A conversation with historian Mark Bray about the origins of modern anti-fascist movements.
Now we know the issue that unites women across workplaces is abuse by more powerful men, how do we come up with demands that move beyond naming and shaming?
You never can tell where a social movement is going to come from. They’re built of a million injustices that pile up and up, and then, suddenly, spill over. I’ve spent years covering movements, trying to explain how one incident becomes the spark that catches, turning all those individual injustices into an inferno.
When the New York Times ran a story about Harvey Weinstein’s repulsive—and long—history of sexual harassment and assault in October last year, no one knew what it would start. But soon a wave of people, most of them, though not all of them, women, began to wield their stories like weapons in a battle that, for once, they seemed to be winning. Well, if not winning, then at least drawing some blood. When #MeToo began to circulate on Facebook I was beyond cynical; I was actually angry that the men around me might be shocked to learn that yes, it had happened to me, it had happened to almost every woman I know. Yet #MeToo defeated my cynicism and became something else: a watershed moment in contemporary feminism, one that has made sexual violence into big news.
Source: In These Times
Welcome to Interviews for Resistance. We’re now into the second year of the Trump administration, and the last year has been filled with ups and downs, important victories, successful holding campaigns, and painful defeats. We’ve learned a lot, but there is always more to learn, more to be done. In this now-weekly series, we talk with organizers, agitators, and educators, not only about how to resist, but how to build a better world.
Cinzia Arruzza: I am Cinzia Arruzza. I am one of the national organizers of the International Women’s Strike.
“Standing Rock is everywhere right now,” says Judith LeBlanc of the Caddo Nation of Oklahoma, talking about how on Thursday, February 2, hundreds of people marched in downtown Seattle in support of the Seattle City government resolution to divest from Wells Fargo. In this interview, LeBlanc, the director of the Native Organizers Alliance, shares her thoughts on the current state of organizing in Standing Rock.
Sarah Jaffe: What is going on at Standing Rock?
Judith LeBlanc: Standing Rock is everywhere and it is a beautiful thing because water gives us life and water has become — because of what has happened at Standing Rock — a symbol for all that is sacred and important for humanity and for Mother Earth. We have an organized approach to moving the battle for Standing Rock to the other reservations of the Oceti Sakowin and to spread the organizing all across the country, because tens of thousands of people have gone through the Oceti Sakowin camp and have become a part of this magic moment in Indian country. The Oceti Sakowin elders who came together for the first time since the Battle of the Little Bighorn extinguished the fire that had been burning to guide the prayers of the camp, to guide the way the camp existed. They now are planning to visit each of the territories of the Oceti Sakowin to fortify the resistance to potential takeovers of our land and the infringement on our sovereignty.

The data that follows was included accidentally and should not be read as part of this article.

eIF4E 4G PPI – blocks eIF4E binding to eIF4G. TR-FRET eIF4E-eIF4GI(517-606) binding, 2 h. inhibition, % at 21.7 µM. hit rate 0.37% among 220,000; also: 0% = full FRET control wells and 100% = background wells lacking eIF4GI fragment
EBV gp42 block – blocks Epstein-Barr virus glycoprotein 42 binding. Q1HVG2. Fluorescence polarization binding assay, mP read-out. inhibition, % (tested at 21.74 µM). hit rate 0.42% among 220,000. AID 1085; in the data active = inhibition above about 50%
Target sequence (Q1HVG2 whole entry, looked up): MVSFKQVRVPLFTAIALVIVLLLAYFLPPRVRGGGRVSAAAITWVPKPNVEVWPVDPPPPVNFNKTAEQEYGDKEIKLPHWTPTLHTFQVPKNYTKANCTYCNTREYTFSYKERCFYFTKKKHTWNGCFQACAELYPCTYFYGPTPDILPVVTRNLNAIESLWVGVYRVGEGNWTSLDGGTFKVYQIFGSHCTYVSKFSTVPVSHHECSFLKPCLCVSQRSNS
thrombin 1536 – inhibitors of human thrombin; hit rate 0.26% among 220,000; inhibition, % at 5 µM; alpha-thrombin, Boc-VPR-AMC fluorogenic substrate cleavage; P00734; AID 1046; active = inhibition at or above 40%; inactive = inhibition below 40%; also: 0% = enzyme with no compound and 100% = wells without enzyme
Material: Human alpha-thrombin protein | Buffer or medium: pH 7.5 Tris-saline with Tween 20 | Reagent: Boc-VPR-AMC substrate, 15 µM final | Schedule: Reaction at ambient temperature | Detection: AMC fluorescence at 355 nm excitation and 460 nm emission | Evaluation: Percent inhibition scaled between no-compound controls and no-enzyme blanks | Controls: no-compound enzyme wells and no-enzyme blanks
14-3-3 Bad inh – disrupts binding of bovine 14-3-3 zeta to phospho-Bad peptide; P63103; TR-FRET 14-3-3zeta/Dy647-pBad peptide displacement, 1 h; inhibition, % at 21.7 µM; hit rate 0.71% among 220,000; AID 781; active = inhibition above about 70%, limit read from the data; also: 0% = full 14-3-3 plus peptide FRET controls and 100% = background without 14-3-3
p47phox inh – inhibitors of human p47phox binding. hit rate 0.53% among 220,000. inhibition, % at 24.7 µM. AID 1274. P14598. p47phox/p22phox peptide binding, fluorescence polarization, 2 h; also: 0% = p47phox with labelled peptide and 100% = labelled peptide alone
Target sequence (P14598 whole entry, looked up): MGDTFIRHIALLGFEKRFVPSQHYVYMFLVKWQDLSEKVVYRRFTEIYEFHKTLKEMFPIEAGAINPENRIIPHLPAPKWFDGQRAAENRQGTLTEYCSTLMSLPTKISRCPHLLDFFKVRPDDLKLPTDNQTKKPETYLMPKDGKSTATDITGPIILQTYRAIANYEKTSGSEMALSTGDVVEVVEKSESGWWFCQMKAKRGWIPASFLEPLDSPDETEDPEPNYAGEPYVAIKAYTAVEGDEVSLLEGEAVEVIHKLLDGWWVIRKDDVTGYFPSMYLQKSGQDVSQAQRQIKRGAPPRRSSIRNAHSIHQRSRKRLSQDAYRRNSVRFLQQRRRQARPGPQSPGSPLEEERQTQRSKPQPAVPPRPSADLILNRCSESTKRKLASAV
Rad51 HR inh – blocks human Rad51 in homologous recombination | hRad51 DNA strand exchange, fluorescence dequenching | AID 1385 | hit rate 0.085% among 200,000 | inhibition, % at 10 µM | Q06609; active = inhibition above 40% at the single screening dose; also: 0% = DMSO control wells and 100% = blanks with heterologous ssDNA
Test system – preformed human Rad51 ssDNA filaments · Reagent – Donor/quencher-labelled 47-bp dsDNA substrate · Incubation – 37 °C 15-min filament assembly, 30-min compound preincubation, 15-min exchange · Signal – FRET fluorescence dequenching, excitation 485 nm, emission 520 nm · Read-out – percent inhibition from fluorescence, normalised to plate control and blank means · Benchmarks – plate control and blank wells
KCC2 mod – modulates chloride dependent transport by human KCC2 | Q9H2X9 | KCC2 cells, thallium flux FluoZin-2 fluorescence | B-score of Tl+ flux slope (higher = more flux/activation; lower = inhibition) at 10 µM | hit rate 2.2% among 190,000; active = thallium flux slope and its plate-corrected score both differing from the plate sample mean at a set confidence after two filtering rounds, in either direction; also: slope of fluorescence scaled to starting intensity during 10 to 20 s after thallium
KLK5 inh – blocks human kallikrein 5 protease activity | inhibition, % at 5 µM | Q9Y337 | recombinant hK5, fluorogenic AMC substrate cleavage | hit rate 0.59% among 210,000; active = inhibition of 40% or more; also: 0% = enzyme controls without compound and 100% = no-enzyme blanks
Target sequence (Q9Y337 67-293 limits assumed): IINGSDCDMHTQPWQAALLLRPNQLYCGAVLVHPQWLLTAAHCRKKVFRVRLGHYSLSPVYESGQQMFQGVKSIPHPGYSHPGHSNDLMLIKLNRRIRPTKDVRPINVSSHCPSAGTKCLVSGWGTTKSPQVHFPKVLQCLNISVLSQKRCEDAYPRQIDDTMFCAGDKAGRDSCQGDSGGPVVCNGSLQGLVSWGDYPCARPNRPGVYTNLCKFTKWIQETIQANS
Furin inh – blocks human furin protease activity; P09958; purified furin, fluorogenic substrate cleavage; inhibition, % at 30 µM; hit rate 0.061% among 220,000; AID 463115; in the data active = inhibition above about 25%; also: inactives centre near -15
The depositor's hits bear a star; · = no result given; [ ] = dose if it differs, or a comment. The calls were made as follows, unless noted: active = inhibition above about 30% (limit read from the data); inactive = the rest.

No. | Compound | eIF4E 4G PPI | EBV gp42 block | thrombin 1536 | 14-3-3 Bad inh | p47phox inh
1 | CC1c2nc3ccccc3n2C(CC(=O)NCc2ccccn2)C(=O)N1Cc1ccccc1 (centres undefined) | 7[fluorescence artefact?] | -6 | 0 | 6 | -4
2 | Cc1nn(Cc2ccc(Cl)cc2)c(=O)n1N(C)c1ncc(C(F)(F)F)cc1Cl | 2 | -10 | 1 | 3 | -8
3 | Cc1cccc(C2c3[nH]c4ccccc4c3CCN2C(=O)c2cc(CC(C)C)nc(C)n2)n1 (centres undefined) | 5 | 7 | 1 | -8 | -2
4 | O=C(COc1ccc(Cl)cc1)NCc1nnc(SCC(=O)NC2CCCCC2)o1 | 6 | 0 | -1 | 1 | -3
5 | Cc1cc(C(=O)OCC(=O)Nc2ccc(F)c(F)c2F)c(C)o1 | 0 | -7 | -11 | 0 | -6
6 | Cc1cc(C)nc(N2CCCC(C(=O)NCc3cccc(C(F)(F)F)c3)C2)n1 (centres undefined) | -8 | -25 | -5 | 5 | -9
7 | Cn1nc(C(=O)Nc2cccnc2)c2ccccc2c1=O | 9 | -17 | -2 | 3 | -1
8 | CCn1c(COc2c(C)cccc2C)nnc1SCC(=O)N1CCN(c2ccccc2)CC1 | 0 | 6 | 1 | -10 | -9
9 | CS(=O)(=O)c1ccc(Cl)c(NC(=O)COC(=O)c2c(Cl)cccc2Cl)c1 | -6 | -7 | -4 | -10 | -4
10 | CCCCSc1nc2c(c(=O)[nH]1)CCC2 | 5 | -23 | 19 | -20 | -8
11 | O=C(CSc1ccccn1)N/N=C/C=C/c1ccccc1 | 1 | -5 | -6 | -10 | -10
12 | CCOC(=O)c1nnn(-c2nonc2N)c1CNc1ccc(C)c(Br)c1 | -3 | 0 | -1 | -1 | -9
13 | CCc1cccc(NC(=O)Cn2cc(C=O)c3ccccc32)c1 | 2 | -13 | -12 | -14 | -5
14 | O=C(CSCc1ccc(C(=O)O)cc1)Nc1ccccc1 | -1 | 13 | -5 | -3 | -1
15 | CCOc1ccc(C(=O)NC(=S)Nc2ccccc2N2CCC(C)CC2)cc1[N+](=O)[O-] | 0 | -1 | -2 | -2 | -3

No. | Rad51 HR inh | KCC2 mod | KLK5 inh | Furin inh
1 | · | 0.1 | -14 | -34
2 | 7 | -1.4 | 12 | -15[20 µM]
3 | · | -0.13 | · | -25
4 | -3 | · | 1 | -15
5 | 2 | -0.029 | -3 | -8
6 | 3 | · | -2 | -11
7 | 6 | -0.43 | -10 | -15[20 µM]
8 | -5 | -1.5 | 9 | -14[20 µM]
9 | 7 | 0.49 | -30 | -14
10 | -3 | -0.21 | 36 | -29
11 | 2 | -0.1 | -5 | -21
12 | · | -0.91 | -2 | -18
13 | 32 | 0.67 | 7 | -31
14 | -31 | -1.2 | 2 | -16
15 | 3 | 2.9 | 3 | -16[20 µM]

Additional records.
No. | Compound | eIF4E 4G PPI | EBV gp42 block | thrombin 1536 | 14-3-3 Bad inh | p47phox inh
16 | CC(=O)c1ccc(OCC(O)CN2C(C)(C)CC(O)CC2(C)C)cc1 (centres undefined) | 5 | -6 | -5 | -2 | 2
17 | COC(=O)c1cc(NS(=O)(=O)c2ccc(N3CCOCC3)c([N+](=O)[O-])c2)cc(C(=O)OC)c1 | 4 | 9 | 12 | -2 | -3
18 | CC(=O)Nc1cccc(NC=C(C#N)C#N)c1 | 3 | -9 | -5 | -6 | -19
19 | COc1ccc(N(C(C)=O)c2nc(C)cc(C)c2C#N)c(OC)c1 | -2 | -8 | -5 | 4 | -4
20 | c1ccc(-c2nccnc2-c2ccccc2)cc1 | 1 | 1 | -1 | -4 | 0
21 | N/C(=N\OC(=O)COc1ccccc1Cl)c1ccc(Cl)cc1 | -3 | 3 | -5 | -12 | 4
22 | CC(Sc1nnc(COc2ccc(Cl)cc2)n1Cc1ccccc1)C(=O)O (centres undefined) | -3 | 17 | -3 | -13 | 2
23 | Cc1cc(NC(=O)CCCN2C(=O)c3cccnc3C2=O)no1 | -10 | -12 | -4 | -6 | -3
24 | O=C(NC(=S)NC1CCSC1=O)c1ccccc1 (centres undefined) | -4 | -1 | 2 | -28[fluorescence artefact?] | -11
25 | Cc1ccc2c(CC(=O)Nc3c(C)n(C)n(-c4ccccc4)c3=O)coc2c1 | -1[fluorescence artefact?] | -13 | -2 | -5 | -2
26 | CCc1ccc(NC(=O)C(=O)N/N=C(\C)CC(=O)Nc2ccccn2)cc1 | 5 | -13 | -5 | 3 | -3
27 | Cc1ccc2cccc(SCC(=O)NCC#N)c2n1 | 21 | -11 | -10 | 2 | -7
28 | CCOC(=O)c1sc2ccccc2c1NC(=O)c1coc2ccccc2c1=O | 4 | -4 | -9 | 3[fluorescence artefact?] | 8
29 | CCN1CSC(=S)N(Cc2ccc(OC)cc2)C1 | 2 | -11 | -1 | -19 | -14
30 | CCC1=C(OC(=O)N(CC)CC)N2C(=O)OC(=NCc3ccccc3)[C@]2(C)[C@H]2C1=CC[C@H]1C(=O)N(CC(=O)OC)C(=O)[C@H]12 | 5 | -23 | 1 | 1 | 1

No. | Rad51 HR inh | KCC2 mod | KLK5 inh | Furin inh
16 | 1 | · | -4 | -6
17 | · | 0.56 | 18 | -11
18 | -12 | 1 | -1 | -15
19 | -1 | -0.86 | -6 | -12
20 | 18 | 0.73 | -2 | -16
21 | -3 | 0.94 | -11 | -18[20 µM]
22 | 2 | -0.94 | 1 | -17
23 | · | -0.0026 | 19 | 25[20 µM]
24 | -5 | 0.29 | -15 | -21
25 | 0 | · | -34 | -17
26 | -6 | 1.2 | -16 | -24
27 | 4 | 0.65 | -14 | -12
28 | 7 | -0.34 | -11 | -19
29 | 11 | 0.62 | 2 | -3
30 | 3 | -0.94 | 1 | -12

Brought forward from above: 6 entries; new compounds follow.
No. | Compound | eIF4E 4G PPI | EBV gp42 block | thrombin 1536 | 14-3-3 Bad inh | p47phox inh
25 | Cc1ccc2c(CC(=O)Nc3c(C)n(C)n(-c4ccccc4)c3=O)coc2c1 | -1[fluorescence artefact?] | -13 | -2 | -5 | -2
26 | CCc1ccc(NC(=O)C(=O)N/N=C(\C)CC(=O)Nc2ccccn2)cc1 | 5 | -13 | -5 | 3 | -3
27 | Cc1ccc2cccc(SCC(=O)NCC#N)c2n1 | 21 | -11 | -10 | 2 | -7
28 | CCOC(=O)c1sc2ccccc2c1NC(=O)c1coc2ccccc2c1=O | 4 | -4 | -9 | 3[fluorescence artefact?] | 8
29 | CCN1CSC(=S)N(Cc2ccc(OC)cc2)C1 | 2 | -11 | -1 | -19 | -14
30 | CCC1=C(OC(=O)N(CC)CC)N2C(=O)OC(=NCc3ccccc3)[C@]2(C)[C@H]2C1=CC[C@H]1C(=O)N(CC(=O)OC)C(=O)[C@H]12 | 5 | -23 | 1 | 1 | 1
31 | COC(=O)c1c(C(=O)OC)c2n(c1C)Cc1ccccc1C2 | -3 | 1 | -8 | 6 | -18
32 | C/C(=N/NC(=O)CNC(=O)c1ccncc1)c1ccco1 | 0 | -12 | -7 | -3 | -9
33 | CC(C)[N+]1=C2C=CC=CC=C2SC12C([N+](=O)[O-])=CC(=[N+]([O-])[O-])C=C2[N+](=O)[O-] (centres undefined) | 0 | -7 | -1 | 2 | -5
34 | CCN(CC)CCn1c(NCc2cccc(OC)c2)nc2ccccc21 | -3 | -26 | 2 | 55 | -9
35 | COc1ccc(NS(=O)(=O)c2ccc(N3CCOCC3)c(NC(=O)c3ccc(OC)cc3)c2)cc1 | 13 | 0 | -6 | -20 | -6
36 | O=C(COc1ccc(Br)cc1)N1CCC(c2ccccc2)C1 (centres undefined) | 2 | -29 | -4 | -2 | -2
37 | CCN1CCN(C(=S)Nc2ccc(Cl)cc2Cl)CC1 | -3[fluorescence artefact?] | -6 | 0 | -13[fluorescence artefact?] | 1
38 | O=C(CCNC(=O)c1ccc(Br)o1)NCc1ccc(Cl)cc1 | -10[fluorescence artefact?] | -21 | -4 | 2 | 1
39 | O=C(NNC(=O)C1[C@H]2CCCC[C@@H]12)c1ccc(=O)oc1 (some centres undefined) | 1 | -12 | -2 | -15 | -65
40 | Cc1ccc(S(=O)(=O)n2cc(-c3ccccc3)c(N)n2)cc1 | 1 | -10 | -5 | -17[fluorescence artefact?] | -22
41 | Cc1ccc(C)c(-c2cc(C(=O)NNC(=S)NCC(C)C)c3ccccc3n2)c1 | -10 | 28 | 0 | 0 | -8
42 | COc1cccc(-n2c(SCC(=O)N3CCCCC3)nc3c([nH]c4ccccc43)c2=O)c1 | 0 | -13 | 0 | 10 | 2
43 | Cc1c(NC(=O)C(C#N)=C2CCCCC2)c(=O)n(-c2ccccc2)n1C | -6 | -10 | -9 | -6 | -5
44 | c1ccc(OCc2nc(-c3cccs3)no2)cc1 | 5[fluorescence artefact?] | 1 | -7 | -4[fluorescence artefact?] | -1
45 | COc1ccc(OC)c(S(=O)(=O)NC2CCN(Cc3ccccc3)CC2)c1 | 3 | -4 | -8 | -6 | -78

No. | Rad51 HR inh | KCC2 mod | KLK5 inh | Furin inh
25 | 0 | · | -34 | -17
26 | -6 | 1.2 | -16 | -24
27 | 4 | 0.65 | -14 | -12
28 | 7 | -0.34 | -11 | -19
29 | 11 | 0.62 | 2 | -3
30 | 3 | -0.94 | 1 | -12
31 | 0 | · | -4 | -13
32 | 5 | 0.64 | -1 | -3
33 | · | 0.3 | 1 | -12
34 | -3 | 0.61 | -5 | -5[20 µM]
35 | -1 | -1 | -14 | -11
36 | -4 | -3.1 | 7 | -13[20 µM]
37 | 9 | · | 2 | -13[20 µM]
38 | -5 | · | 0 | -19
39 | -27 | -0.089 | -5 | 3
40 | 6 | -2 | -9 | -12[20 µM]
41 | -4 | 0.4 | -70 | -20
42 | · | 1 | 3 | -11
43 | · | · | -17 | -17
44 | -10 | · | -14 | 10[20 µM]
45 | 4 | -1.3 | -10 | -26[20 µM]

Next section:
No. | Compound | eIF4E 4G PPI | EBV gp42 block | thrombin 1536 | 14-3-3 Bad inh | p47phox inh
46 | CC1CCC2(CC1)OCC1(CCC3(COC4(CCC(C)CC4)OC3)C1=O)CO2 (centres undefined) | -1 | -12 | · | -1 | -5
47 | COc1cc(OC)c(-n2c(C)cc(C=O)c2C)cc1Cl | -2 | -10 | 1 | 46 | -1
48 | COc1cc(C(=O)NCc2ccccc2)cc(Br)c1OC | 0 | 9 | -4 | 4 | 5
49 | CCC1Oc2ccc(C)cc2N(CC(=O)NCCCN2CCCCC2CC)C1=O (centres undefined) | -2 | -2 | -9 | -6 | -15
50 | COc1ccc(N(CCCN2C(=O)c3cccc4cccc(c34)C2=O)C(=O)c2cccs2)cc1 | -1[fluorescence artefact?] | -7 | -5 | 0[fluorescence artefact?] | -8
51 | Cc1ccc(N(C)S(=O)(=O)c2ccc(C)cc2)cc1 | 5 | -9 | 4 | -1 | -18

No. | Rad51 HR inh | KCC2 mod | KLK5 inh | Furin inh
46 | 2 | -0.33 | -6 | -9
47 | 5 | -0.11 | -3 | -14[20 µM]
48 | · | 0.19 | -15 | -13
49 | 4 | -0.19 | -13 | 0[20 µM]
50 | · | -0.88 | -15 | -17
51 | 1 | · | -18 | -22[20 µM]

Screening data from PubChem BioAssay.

Since the election of Donald Trump to the presidency, I’ve seen several photos of chalkboards in front of bookstores, reading something along the lines of, “Dystopian Fiction Has Now Been Moved to Current Events.”
It’s a good joke, and one that gets a lot of clicks and reposts on Facebook and Twitter. For a journalist, it also underscores the struggles of accurately describing current events when they do feel impossible, unreal, dystopian.
This election in particular was marked by debates about media, its biases and “fake”-ness, and even allegations of foreign propaganda. From the primaries to the cabinet selections, debates over the appropriate amount and tone of coverage raged and rage on.
Source: In These Times
The artist blew our minds wide open.
Philosopher Simon Critchley starts off his new book, Bowie, by introducing us to David Bowie the way he discovered him: July 6, 1972, on the BBC’s “Top of the Pops,” in a catsuit with spiked orange hair and makeup, singing a song about a man come down from the stars. Critchley was 12. Later, his mother bought the single they had heard, “Starman,” and when he played it the first time, “the sheer bodily excitement of that noise was almost too much to bear.”